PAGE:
Facebook is offering a massive cash payout to anyone who can build an AI that identifies “hateful” memes
Facebook announced the launch of a bizarre competition called the “Hateful Memes Challenge” this week, in which researchers will compete for a $100,000 prize pool by developing artificial intelligence that can identify “hate speech” in memes.
Facebook declared that it had created over 10,000 “hateful memes,” which will be used as a data set to train the AIs created during the Hateful Memes Challenge.
The tech giant has a reputation for pouring massive amounts of cash and manpower into programs aimed at censoring jokes and opinions it classifies as “hate speech,” even as users complain about glitches, user interface issues, and illegal content proliferating on the platform.
Facebook describes the urgent need for AI that can identify “hateful memes” thusly: “In order for AI to become a more effective tool for detecting hate speech, it must be able to understand content the way people do: holistically. When viewing a meme, for example, we don’t think about the words and photo independently of each other; we understand the combined meaning together. This is extremely challenging for machines, however, because it means they can’t just analyze the text and the image separately. They must combine these different modalities and understand how the meaning changes when they are presented together.”
The “hateful memes” data set will be only available to researchers and journalists, and Facebook has ensured there will be “strict restrictions on sharing the data” to prevent “misuse.”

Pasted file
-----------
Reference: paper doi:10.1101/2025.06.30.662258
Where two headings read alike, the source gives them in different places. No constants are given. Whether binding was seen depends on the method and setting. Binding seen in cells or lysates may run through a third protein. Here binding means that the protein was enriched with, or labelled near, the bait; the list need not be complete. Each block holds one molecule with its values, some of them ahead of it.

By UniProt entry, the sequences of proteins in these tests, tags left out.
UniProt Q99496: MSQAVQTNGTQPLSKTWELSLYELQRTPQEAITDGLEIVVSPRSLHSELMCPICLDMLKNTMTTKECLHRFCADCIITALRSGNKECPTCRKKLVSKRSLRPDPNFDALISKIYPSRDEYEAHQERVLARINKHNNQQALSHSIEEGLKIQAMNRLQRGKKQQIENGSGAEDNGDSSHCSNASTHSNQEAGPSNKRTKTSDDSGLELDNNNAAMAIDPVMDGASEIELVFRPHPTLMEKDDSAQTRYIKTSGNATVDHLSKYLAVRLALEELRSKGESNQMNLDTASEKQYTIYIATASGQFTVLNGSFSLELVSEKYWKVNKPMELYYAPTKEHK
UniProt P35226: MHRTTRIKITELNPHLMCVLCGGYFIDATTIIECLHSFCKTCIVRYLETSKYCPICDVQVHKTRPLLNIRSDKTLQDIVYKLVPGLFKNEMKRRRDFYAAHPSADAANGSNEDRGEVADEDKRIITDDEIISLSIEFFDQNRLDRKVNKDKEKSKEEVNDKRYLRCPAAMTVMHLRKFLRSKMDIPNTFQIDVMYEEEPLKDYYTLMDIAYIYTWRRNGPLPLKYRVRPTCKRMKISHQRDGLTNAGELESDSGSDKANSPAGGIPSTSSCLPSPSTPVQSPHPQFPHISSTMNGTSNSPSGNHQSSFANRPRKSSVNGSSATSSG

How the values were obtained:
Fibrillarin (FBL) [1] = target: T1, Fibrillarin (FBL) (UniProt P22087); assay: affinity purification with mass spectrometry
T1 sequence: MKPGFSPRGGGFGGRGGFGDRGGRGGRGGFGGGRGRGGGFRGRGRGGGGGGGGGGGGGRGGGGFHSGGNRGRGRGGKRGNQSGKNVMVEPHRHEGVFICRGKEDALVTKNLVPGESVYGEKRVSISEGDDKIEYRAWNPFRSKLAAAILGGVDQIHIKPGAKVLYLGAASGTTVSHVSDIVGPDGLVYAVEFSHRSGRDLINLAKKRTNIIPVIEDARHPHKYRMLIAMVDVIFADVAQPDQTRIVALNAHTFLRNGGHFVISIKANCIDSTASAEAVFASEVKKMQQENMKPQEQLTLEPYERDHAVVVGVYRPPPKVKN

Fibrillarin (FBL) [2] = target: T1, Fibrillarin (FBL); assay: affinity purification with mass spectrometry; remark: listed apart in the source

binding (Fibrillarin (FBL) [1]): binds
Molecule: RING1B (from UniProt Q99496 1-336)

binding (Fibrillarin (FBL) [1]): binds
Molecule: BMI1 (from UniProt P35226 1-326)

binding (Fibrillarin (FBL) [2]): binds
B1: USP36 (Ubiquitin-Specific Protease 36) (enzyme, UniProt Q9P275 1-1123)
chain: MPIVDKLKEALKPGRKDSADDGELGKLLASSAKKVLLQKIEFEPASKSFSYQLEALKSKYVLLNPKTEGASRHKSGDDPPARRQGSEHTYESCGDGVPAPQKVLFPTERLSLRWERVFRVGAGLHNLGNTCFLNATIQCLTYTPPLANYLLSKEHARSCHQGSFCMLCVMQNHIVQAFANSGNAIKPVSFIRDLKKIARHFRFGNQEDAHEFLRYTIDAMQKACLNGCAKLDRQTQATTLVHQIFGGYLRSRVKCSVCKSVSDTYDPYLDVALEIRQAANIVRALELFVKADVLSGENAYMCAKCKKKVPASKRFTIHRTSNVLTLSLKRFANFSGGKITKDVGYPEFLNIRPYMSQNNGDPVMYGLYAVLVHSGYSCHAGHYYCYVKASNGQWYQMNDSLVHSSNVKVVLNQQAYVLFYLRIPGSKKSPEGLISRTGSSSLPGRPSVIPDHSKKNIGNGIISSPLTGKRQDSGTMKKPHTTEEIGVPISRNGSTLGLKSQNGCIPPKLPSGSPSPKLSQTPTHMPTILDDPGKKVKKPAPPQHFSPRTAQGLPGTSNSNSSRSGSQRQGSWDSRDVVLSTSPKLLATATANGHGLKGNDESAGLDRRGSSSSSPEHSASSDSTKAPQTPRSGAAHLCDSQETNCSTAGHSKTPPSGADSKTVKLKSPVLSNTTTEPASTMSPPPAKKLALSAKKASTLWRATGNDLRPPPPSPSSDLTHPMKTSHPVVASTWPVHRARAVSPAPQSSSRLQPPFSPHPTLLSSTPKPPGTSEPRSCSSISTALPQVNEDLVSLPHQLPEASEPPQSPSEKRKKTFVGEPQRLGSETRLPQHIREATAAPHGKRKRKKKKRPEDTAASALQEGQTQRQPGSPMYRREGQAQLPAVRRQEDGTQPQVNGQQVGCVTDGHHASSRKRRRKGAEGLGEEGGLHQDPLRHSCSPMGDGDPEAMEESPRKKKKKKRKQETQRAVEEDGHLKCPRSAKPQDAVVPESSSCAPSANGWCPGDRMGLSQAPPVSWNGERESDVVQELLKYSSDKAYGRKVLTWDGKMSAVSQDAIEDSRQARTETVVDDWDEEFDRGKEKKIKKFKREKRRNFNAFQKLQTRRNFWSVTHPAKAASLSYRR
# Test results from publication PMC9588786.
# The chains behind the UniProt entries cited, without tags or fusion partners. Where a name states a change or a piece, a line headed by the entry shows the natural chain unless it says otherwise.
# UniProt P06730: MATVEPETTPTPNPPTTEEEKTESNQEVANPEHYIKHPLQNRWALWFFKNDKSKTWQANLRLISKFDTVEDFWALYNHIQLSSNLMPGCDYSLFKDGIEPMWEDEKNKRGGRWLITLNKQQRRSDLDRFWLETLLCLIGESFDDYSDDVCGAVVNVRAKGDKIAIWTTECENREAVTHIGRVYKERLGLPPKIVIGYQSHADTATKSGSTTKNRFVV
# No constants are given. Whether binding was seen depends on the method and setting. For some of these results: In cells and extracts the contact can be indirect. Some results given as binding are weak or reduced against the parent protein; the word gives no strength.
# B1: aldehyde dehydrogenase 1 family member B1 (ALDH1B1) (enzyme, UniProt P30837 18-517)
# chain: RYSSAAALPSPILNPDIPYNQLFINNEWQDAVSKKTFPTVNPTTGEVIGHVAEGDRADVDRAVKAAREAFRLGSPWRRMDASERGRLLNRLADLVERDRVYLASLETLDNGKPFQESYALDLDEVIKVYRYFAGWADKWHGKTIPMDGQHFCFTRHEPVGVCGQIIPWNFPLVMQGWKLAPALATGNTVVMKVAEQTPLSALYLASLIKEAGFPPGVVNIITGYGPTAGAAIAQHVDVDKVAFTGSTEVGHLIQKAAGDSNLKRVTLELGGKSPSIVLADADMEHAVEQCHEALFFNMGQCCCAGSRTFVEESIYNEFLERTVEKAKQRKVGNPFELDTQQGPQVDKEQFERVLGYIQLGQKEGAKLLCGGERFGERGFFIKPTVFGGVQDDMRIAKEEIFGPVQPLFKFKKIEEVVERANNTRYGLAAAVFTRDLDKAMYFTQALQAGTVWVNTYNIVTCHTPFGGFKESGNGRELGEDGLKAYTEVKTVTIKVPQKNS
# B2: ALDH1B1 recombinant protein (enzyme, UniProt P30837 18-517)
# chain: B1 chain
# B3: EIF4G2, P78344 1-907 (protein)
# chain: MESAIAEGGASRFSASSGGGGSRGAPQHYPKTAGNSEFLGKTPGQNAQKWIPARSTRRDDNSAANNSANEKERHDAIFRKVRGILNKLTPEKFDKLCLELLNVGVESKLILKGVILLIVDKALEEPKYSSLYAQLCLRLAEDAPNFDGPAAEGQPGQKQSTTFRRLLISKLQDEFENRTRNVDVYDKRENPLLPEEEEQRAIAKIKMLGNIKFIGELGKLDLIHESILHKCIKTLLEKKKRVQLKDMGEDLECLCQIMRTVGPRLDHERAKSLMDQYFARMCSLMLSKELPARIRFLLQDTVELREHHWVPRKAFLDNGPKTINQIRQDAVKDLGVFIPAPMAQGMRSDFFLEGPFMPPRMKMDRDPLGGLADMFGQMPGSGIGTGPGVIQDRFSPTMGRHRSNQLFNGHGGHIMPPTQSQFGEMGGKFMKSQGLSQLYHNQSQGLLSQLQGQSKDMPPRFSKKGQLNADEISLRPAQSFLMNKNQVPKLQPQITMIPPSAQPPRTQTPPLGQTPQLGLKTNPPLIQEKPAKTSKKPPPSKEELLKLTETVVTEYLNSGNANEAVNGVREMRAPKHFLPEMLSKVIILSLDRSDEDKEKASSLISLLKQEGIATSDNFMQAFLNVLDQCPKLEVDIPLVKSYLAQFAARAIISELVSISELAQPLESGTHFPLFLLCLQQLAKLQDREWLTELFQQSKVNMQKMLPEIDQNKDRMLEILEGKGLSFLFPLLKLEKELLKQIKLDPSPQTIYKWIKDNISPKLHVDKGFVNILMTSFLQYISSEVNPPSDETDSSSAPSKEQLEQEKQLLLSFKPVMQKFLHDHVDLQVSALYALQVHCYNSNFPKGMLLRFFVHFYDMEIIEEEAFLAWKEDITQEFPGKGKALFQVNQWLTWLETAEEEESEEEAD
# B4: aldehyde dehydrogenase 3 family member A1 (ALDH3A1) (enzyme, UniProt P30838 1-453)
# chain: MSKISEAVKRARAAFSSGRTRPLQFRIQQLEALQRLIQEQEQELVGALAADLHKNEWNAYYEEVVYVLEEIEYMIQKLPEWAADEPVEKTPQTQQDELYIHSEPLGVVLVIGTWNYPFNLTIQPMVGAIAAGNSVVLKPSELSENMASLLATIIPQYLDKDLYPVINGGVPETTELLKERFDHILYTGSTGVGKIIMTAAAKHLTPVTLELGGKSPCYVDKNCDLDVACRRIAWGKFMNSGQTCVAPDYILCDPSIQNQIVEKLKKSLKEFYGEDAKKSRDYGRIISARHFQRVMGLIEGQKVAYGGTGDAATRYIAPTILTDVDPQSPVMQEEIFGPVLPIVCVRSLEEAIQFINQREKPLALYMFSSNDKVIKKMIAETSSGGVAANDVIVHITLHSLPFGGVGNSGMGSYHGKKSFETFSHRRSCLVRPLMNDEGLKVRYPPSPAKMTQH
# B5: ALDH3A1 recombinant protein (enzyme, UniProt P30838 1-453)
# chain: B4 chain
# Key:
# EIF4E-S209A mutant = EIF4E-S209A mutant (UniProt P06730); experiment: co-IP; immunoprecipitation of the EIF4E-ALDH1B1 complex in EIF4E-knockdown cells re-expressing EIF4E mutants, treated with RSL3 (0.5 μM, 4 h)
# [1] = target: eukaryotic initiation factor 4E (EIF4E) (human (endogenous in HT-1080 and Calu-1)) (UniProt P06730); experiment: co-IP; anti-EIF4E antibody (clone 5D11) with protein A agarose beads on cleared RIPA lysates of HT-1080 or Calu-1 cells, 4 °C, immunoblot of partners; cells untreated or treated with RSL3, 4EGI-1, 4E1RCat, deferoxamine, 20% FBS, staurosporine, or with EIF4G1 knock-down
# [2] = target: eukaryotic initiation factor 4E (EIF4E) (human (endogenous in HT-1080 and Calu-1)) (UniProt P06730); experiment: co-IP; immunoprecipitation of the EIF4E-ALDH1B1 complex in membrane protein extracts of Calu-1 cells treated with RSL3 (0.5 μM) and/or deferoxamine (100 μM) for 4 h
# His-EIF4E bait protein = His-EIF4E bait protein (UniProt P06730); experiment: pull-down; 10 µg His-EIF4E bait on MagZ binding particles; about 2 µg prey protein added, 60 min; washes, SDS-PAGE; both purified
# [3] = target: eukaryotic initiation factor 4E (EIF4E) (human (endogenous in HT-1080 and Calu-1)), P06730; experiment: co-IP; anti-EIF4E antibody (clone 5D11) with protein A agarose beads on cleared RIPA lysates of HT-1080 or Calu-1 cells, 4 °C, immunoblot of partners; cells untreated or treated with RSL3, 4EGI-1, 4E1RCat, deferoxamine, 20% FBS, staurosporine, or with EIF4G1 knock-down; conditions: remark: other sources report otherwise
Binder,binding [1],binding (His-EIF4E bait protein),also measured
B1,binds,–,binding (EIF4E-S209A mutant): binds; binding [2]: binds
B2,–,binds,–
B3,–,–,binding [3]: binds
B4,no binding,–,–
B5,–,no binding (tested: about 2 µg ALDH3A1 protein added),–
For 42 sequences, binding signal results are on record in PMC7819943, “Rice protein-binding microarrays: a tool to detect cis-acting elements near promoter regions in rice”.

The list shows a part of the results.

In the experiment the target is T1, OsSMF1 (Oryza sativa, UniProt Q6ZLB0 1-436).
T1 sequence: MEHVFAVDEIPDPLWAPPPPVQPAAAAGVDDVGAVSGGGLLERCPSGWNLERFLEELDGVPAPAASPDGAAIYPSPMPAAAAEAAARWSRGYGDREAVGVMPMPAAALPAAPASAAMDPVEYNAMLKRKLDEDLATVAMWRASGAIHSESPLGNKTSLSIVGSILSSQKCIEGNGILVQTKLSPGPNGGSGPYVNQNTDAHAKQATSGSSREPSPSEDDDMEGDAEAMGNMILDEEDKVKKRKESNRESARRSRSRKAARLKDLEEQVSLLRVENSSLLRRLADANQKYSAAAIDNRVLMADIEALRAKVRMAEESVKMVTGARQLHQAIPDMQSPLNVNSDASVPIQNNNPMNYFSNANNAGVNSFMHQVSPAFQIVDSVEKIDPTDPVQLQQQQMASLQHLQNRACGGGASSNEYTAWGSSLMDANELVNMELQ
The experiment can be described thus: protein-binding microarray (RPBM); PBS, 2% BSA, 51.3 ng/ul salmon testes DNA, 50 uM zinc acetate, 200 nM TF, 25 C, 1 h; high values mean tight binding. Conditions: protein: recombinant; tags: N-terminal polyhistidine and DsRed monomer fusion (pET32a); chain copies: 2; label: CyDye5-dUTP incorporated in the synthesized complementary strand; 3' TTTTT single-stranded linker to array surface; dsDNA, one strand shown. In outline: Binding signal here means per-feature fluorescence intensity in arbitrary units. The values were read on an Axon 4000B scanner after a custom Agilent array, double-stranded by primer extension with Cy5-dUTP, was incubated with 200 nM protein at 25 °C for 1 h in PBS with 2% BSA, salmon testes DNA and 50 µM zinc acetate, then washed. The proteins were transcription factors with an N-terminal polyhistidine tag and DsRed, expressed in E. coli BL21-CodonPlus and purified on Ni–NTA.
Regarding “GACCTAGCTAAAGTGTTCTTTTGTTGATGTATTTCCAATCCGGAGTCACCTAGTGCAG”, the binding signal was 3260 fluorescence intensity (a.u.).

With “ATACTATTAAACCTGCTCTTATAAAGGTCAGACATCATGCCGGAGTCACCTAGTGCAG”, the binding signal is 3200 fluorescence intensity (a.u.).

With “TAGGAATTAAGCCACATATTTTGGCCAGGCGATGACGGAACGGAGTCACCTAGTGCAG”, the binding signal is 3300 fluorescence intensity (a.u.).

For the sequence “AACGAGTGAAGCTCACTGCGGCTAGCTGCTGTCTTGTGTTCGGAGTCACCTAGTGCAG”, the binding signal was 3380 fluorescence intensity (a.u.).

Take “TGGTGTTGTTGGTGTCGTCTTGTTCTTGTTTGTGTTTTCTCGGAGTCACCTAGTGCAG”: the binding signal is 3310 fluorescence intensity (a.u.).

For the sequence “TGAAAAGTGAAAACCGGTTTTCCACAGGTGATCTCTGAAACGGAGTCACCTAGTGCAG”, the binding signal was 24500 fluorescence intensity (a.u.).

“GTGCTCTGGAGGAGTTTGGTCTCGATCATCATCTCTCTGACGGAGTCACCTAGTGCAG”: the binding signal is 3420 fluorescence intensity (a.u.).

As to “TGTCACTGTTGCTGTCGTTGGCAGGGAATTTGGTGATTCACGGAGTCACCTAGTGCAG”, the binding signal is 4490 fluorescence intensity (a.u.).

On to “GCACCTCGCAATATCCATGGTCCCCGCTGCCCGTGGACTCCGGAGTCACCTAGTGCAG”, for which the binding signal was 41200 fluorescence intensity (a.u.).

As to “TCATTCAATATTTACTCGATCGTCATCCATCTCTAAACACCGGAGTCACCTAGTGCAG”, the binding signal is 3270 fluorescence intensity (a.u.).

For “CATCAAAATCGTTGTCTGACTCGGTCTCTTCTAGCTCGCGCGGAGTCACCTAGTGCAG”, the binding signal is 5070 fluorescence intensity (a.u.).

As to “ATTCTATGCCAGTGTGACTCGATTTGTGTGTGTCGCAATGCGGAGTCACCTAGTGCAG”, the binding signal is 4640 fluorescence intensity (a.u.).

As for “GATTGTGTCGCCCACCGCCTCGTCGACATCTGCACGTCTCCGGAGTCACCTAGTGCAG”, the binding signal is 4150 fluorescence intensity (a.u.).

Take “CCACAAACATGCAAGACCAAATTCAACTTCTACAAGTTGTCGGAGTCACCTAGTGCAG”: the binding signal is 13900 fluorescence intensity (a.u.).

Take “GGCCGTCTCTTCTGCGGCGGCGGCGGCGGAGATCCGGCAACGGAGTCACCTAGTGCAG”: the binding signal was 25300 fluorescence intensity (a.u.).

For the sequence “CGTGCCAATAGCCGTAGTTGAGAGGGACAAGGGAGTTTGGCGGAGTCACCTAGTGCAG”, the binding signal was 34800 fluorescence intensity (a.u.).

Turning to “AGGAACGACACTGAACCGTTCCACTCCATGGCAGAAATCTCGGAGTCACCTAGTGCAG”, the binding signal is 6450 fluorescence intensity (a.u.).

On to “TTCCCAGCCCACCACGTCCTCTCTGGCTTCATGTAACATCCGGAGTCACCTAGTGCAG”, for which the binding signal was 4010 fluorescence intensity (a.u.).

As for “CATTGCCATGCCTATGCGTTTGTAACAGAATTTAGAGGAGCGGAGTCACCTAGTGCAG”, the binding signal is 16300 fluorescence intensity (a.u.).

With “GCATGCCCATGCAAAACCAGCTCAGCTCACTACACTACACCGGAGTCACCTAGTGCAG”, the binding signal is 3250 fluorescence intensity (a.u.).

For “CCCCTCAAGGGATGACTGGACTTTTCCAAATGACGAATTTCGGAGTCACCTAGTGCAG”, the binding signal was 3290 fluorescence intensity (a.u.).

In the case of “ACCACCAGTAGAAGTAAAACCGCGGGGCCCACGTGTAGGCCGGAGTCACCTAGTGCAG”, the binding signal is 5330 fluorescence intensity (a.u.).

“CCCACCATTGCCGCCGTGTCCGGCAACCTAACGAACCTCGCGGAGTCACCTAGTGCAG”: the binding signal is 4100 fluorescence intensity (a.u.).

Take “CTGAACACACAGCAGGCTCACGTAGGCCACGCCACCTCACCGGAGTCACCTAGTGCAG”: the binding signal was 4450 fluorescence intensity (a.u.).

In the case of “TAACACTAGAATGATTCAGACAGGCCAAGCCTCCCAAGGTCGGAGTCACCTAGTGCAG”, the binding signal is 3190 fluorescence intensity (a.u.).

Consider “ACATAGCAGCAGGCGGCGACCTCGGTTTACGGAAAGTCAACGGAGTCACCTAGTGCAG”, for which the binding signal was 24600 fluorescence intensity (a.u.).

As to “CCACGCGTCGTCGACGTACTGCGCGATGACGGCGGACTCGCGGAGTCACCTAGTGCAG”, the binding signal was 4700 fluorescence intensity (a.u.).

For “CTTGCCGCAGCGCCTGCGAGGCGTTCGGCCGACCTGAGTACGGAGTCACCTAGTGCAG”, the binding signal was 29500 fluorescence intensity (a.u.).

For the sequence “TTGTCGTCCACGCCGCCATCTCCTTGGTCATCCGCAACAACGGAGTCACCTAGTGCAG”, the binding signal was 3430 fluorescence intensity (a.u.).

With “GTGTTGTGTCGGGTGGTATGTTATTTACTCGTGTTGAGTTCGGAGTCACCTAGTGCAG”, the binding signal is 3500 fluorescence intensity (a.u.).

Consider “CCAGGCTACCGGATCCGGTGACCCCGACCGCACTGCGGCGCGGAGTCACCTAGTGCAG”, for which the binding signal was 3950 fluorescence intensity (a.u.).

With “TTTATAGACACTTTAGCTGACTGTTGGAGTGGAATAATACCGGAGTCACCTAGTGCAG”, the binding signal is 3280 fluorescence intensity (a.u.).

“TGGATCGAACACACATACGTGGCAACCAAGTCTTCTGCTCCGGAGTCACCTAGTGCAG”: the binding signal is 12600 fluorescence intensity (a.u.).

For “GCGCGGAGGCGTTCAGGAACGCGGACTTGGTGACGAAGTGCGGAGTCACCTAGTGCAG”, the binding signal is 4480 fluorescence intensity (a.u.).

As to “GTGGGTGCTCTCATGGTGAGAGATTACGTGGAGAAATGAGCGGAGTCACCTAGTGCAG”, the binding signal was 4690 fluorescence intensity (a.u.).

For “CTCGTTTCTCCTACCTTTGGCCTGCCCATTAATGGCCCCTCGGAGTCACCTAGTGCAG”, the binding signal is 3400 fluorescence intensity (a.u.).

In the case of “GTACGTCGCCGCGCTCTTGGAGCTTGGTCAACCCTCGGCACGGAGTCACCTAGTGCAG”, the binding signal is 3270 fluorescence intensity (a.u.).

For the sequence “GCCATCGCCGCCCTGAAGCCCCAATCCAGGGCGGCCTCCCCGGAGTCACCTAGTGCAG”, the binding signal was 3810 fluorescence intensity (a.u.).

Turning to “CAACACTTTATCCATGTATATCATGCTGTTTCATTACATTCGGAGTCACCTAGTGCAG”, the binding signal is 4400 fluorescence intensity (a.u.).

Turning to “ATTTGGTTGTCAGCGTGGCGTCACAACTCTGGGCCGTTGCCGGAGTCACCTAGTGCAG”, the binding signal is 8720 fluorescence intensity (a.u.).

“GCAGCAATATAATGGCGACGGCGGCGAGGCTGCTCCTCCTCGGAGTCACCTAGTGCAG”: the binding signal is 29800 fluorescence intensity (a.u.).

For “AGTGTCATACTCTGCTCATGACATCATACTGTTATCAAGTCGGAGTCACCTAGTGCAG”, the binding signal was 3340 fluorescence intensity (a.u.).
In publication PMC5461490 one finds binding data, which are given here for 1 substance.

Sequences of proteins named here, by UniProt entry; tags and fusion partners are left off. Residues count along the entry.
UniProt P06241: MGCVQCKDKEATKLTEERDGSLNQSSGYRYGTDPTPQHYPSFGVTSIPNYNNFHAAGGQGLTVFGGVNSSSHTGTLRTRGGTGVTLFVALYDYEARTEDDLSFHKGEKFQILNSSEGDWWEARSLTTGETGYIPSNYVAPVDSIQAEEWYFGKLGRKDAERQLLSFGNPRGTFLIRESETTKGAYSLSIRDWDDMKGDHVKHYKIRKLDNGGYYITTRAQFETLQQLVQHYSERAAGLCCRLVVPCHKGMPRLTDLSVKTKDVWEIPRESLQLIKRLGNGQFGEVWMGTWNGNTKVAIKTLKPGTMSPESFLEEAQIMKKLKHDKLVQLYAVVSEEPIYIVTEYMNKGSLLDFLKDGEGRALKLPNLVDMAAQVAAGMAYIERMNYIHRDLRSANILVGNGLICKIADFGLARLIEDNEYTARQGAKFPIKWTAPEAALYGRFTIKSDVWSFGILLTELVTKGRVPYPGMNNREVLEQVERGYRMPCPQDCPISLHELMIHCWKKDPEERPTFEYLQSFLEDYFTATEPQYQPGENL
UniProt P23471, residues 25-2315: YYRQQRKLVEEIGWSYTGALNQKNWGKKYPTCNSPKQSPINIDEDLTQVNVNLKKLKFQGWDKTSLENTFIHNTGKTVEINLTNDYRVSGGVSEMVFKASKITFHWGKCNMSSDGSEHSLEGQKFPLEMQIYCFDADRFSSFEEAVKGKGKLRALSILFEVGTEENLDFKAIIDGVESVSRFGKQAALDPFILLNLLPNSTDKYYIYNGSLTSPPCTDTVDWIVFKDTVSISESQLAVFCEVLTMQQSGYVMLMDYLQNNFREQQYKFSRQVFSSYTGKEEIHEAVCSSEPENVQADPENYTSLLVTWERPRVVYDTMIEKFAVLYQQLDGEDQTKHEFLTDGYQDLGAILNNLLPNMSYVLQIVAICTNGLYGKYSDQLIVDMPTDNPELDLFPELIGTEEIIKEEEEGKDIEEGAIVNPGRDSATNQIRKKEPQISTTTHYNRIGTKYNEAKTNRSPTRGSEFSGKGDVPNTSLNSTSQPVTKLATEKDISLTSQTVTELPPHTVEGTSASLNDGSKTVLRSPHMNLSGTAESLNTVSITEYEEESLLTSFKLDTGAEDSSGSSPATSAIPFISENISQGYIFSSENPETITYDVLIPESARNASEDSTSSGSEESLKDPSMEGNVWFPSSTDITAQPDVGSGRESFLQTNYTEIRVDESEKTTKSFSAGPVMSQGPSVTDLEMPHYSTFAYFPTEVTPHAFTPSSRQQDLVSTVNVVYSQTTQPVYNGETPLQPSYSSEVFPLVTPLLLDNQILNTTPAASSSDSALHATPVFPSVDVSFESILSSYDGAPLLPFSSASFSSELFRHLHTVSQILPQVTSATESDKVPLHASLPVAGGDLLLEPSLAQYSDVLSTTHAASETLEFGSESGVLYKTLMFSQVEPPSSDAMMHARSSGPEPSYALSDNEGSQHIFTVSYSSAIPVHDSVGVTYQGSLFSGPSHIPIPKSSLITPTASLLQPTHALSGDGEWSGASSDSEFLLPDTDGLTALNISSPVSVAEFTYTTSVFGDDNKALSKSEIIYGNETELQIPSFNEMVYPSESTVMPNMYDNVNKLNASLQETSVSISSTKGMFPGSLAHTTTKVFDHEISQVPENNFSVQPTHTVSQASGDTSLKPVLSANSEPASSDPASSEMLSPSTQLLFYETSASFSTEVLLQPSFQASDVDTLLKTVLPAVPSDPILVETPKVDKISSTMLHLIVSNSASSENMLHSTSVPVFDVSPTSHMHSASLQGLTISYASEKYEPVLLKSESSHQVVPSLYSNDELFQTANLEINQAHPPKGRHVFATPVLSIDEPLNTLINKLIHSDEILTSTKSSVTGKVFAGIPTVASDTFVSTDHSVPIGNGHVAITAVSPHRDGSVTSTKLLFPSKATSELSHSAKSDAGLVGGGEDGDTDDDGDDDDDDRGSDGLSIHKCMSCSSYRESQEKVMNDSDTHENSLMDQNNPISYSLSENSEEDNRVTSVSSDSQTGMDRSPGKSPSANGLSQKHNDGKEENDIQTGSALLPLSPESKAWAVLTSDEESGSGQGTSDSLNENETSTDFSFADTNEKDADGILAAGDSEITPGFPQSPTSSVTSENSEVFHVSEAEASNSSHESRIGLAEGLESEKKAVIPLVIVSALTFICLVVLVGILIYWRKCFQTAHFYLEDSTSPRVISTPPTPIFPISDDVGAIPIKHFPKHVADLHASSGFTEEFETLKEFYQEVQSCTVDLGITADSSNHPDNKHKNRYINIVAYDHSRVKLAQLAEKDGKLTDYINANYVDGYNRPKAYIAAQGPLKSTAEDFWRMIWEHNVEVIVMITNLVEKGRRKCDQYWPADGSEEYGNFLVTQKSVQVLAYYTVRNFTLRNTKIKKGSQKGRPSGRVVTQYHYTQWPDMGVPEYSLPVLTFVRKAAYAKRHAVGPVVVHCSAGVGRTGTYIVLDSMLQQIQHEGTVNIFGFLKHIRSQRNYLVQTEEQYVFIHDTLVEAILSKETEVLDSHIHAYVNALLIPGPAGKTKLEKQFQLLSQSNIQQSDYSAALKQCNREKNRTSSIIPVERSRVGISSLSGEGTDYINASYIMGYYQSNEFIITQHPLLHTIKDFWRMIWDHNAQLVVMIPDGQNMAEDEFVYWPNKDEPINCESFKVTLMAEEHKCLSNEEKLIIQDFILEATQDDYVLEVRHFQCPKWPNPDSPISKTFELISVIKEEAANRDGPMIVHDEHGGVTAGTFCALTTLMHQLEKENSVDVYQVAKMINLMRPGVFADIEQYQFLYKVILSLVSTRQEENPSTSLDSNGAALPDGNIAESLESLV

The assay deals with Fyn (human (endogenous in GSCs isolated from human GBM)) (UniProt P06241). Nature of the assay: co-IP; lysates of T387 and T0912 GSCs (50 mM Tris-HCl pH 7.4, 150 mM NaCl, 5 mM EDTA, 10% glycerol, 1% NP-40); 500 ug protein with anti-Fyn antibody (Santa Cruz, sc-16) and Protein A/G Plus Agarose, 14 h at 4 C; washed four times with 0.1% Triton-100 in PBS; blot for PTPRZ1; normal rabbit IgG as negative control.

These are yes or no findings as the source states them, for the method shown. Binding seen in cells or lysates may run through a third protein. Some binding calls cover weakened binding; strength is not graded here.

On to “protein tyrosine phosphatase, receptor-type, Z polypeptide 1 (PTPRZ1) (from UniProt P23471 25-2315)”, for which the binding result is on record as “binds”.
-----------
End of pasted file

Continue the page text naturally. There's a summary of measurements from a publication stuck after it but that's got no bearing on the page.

In related news, Facebook recently appointed a left-wing activist who insulted the President of the United States’ 14-year-old son for his first name to its “Supreme Court” Oversight Board, which will be in charge of deciding what content will be removed from the platform.
This week, Facebook released the list of 20 people who will serve on its Oversight Board and decide what memes and news articles should be removed for breaking Facebook’s “Community Guidelines” on hate speech and misinformation.
Amongst the various controversial personalities on the list, which includes journalists, professors, activists, and former government officials including an ex-director general of the Israeli Ministry of Justice, is left-wing activist professor Pamela Karlan.
Karlan, who describes herself as a “snarky, bisexual Jewish woman,” previously made headlines last December when she brought up up President Donald Trump’s son Barron as a punchline during the failed impeachment hearings.
Facebook also made headlines earlier this year for taking several days to delete a page that posted illegal child pornography.